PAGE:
"This does a number of things," Breshears says. "It reduces the capital cost because you don’t have to pay to put another finish on top of the exposed concrete. It reduces the environmental impact because it’s a more efficient use of materials; you’re not doubling up where you don’t need to. It helps with conditioning the building, and helps stabilize the internal temperature – the spaces don’t heat up as quickly on hot days or cool down as quickly on cold days. It also reduces maintenance costs – none of these exposed concrete floors, and, in some places, none of the concrete columns and walls, and none of the ceilings ever have to be painted or ever have to be maintained."

Twelve West is also utilizing a green roof, which will aid in sustainability, increase the roof’s R-value, and provide a rooftop garden for tenants. "It’s going to be a nice roof terrace," says Breshears. "But it also does a very good stormwater management job, and one of the untold benefits is that about 80 percent of the roof membrane, which tends to age and wear heavily on buildings because it’s one of the most exposed pieces, is covered by a 2-foot-deep layer of soil, which, depending on the estimate, should increase its life by 2 to 6 times."

Furthering the green trend, Twelve West is experimenting with rooftop wind turbines. "There are two things to note," says Breshears. "One is that you can find almost no built examples of [rooftop wind turbines]. Second, Portland, OR, doesn’t have much wind, so it’s never going to make sense on its own."

However, ZGF Architects is working with Gerding Edlen and its partners, alongside top wind experts, to install the rooftop wind turbines as an experiment in alternative energy. "We expect the turbines to generate a very small fraction of the total energy use of the building, but the real question is, ‘Does the wind, and do the turbines, behave in the way we predicted?’ If they do, then we feel like we’ve learned something," says Breshears.

The energy generated by the rooftop wind turbines is net metered, so if it ever does generate more energy than could be used in the building, it will be back-fed to the grid; however, the goal for Twelve West is to embody the mixed-use facility as a haven for sustainability.

"The developer has an aspiration that he/she aspires to, and makes his/her project embody that," says Breshears. "And that’s how developers reach the sort of market they’re looking for – they try to do something they believe in, and people who share those values will come to it."

While such state-of-the-art, environmentally friendly technology may draw renters, there were some concerns when it came to the wind turbines. "The vibration was a very big concern because the turbines have to produce a little bit of vibration (just because they’re pieces of moving equipment, and that transfers down the mast)," says Breshears. "A little bit of vibration going into the ground or into a foundation doesn’t matter – but we were bolting these masts into the roof slab of the highest-rent penthouse units."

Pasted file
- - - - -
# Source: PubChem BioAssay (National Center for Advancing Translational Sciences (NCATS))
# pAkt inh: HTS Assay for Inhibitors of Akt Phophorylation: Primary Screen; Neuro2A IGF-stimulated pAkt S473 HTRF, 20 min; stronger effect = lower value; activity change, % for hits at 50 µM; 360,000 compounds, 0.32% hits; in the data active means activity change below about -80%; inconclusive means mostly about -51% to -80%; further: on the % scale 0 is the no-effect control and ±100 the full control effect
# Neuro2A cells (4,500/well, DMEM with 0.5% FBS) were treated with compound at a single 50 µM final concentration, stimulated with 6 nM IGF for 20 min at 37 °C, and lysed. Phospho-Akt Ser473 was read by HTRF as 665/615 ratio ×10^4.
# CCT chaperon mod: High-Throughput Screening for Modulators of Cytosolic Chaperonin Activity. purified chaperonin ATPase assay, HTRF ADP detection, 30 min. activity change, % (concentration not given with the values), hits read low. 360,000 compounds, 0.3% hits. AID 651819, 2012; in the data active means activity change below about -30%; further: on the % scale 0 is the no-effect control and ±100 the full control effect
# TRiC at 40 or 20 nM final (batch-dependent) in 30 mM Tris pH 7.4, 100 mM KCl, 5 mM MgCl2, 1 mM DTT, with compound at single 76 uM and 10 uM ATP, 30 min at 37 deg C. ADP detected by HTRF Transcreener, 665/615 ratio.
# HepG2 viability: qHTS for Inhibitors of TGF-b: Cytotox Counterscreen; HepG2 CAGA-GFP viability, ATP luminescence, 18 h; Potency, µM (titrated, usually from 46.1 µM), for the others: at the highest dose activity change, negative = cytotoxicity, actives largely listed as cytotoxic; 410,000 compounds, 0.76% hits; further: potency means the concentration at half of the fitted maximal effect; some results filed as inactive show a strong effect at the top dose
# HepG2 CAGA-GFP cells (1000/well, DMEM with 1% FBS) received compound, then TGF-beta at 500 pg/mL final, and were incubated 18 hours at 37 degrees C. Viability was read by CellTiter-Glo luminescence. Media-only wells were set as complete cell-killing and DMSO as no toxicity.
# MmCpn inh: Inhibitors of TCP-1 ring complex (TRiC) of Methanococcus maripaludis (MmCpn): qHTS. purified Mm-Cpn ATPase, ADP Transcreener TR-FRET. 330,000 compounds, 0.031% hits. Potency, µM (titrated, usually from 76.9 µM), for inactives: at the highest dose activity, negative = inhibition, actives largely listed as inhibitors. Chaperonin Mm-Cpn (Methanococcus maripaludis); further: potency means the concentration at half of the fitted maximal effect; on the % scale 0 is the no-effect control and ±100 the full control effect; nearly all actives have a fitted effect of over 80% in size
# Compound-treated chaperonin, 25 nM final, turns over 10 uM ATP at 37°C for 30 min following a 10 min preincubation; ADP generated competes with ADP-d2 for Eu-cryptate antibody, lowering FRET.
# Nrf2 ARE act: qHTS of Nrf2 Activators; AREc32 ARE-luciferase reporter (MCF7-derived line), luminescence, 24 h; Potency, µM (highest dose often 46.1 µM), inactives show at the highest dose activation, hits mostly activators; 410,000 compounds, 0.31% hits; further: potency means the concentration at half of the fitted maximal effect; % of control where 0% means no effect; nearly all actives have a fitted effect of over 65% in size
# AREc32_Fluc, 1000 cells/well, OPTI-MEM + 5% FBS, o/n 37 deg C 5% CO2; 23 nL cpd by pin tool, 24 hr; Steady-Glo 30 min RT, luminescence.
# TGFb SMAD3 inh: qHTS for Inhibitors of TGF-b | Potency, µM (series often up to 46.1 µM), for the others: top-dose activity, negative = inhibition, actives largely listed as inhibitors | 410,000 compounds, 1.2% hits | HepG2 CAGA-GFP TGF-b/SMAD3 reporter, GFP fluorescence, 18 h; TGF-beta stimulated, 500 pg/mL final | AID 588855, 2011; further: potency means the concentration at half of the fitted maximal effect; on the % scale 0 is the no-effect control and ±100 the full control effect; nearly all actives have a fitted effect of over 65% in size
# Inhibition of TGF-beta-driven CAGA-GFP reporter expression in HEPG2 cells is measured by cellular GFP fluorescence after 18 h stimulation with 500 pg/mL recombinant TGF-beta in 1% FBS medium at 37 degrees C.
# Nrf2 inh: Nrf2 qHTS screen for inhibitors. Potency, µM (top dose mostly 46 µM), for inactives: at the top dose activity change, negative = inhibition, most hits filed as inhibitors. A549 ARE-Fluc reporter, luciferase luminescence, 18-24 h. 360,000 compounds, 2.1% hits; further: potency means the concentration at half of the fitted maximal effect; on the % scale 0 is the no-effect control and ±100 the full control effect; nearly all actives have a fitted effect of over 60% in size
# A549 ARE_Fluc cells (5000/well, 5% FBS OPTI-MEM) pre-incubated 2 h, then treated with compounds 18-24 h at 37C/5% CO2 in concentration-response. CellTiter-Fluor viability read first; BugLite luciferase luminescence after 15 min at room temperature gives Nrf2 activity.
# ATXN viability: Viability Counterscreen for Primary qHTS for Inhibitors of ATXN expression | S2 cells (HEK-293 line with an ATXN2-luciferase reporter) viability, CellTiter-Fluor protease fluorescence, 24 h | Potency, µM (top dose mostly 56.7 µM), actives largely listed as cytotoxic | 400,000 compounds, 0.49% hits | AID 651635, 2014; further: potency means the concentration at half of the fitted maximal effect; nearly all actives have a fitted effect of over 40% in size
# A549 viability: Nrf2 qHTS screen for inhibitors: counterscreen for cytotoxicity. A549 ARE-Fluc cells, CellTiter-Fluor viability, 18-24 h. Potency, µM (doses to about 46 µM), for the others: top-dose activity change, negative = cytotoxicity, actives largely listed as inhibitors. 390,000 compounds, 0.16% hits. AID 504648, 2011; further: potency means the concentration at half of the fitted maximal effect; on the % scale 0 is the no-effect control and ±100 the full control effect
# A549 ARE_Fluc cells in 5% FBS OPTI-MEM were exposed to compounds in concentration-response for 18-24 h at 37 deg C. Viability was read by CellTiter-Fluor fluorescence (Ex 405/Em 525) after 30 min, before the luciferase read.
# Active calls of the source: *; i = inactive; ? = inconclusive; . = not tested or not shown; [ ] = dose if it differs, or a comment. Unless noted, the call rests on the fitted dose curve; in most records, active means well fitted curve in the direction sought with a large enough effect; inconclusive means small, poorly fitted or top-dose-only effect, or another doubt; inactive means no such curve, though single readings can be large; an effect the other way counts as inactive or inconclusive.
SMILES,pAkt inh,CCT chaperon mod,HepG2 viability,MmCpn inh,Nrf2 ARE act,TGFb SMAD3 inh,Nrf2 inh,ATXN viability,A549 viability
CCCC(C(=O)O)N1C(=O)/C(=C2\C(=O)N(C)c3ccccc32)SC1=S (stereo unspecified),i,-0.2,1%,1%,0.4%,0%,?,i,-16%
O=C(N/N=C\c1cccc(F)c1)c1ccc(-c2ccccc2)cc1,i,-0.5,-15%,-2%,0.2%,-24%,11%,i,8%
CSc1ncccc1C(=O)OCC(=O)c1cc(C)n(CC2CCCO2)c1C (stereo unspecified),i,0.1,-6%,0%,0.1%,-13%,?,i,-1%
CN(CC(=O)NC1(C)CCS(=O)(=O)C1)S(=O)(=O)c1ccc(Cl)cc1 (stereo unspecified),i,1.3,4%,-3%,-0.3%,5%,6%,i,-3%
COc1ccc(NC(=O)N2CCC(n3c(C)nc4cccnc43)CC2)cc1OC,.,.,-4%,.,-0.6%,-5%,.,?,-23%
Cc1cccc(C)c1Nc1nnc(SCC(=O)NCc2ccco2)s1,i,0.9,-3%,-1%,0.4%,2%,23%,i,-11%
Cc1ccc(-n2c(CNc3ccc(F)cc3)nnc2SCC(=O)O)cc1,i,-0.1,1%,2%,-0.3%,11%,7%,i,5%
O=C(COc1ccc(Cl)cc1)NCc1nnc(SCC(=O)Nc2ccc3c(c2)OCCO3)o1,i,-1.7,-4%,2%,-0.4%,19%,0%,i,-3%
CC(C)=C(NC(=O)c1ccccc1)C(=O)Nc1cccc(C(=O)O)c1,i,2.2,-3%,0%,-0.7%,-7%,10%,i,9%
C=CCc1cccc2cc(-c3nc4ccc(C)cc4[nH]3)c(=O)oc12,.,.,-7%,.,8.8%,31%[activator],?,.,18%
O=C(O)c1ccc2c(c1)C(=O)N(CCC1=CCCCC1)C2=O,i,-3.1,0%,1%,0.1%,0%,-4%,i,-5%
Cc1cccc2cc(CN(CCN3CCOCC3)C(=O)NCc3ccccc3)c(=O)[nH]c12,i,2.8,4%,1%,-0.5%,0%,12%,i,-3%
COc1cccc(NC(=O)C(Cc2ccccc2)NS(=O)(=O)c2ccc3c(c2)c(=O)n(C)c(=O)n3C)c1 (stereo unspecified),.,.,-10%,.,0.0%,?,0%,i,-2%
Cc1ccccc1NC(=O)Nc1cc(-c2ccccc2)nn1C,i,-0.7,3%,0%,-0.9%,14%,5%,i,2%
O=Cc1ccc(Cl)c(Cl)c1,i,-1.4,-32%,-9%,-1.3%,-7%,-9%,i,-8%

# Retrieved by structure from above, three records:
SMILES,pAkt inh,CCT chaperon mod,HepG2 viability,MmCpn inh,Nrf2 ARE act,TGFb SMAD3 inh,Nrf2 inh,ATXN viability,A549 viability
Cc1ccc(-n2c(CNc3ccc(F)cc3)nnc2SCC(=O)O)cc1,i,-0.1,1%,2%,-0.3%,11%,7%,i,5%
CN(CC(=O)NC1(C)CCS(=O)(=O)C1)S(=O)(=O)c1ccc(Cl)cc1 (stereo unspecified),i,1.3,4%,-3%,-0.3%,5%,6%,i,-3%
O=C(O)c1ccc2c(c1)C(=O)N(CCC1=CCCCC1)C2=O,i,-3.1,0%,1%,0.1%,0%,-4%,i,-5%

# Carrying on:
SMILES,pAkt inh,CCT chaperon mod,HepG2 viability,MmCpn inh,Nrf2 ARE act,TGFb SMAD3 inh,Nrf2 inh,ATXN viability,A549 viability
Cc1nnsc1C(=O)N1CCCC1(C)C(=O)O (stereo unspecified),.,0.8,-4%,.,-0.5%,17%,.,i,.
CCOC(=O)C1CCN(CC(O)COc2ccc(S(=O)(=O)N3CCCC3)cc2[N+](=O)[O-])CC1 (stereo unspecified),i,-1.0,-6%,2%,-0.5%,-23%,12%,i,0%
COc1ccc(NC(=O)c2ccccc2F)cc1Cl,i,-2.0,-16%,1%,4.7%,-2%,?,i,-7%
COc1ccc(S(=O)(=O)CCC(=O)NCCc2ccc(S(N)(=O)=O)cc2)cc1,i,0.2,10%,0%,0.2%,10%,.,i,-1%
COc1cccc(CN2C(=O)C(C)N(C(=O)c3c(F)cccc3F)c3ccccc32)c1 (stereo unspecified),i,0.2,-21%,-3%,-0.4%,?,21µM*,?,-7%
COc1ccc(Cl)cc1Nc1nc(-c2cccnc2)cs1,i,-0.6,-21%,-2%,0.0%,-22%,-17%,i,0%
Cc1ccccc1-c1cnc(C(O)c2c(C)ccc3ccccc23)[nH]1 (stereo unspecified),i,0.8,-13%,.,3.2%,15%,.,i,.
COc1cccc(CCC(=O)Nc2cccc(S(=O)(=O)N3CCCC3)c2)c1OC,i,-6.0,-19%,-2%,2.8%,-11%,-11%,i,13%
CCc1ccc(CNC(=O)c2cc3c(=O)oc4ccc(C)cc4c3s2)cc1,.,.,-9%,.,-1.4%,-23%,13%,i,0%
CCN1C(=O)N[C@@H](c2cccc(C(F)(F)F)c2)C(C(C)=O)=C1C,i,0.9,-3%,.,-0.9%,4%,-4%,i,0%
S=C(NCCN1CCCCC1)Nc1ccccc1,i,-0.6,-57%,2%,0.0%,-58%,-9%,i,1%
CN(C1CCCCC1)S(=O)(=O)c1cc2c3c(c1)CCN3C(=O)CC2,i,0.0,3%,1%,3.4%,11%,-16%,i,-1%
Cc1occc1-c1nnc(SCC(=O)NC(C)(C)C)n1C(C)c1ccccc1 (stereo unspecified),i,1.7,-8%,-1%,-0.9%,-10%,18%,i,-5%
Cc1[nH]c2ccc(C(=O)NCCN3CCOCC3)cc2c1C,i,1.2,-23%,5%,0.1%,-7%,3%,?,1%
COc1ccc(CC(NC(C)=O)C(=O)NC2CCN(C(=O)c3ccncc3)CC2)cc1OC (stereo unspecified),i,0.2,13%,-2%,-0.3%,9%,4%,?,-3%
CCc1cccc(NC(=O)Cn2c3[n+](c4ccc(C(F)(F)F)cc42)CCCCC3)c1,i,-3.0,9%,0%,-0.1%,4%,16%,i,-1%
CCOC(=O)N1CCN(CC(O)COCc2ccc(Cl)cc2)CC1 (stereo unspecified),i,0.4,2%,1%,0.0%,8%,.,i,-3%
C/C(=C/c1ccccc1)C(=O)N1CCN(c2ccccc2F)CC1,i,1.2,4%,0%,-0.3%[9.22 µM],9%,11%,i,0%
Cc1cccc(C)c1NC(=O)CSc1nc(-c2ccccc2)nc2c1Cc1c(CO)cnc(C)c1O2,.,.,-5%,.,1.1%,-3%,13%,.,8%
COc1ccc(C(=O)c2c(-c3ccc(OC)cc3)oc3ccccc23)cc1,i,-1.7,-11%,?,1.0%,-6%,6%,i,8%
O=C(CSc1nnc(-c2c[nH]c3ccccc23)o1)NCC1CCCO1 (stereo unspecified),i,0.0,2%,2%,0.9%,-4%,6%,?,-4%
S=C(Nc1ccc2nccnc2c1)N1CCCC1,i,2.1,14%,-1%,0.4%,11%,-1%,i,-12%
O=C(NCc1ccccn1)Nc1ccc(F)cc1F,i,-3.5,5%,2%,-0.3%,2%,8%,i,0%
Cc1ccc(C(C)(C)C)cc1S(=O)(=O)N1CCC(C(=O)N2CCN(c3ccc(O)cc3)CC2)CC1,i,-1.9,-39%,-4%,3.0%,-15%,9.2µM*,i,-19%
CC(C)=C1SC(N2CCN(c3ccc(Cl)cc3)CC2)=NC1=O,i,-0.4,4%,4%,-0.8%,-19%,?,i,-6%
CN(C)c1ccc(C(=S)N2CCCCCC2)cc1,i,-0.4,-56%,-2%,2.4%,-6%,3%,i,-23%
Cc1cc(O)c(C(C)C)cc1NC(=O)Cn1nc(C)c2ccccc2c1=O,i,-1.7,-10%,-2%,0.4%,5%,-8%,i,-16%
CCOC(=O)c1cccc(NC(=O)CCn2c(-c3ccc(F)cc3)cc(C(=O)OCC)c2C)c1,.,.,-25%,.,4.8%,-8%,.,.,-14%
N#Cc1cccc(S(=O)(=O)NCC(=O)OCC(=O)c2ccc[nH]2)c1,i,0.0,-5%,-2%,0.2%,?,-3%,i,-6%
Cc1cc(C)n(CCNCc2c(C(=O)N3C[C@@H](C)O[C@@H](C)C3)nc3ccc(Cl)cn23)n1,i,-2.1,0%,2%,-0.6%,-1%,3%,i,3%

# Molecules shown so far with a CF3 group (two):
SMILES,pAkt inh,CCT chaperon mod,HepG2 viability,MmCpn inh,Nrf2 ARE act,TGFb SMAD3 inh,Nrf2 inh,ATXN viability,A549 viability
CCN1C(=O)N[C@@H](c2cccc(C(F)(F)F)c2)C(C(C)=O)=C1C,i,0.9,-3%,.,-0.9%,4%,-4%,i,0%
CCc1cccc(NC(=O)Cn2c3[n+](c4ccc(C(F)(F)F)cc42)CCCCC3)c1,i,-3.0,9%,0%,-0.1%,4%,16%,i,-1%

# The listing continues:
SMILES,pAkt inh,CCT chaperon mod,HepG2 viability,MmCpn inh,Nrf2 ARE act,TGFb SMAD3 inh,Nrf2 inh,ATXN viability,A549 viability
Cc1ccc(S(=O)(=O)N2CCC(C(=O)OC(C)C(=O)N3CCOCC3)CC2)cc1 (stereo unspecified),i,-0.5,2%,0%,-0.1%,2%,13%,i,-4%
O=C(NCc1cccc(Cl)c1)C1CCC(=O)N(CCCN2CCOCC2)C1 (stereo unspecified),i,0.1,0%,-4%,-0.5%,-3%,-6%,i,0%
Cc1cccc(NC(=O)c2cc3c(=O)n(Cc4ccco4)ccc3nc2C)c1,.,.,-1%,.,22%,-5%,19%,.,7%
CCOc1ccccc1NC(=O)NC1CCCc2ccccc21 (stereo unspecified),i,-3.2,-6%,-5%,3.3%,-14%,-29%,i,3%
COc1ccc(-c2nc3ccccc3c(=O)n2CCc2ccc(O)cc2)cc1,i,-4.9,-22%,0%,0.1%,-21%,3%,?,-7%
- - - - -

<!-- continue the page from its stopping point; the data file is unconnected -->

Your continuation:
Custom vibration isolation mounts were created especially for the turbines to mitigate the problem. But, while the vibration problem from the turbines is a unique challenge, even for mixed-use facilities, similar problems can arise when you have systems that must function across a variety of uses. Scheduling maintenance can be one of the biggest problems in mixed-use buildings. Breshears says this is because different parts of the building are accessible and occupied during different times of the day.

"When repairs need to be done, trying to work out the logistics of access, particularly if it’s for a system that spans multiple occupancies or tenancies, and you need to get into all of them, can be a challenge," says Breshears.

Additional problems that arise involve trash, smells, traffic, and noise transferring from one use of the building (a bustling restaurant or store) to another (apartments). Feinberg’s advice is simple: "You have to bring in a good acoustical consultant," he says. "That has to be done upfront. And you really have to be sophisticated – especially with restaurants in the same building – about eliminating odors from trash and from accommodating intake of smell."

Parking is another common issue that arises for mixed-use facilities. "We’re finding that shared parking, whether it’s on-grade or in the building, has to be separated, and you have to be vigilant about policing," says Feinberg. "[Too often], people come into a restaurant and want to park as close as they can, and a resident comes home from work, goes out shopping, and comes back, and, all of a sudden, he or she has lost his/her parking space, even though there’s a big sign that says, ‘Residents Only.’ If you don’t have a relationship with your own security, depending on the size of your facility, or accommodations with local police force, that’s one of the things you have to put into place."

Parking is just part of the relationship between residences and retail that can be a challenge. Sean Davis of Morris & Ritchie Associates says that balance is the key in managing these relationships. "It’s the right mixture in the right locations and the right types of retail and residential uses," says Davis. "For example, if I have residential over retail, and it’s for-sale residential, like condominiums, then, as someone who purchases that property, I have greater expectations [that the managers] maintain low noise and low impact to me. But, if those are apartments above the retail, that relationship isn’t as demanding. If I rent an apartment, the reason I rented here is because I think this place is cool."

Despite these challenges, more and more developers are bringing mixed-use facilities to suburban areas, such as at Fullerton Diaz Architects’ One College Park, Feinberg & Associates’ Washington Town Center, or Morris & Ritchie Associates’ Richwood Town Center. "In general, mixed-use buildings are a very productive thing," says Fullerton. "They’re good for the neighborhood because they bring activity and energy to the streets day and night. Now I think the trend is toward bringing mixed-use into the downtowns, and I think that’s where it really works well. But, in some smaller, outlying suburban locations, depending on the nature of the surrounding buildings and activities, they can work outside of the center of the city. It’s a good thing to bring people to live where they work – it takes cars off the streets, and it does very positive things to our lives."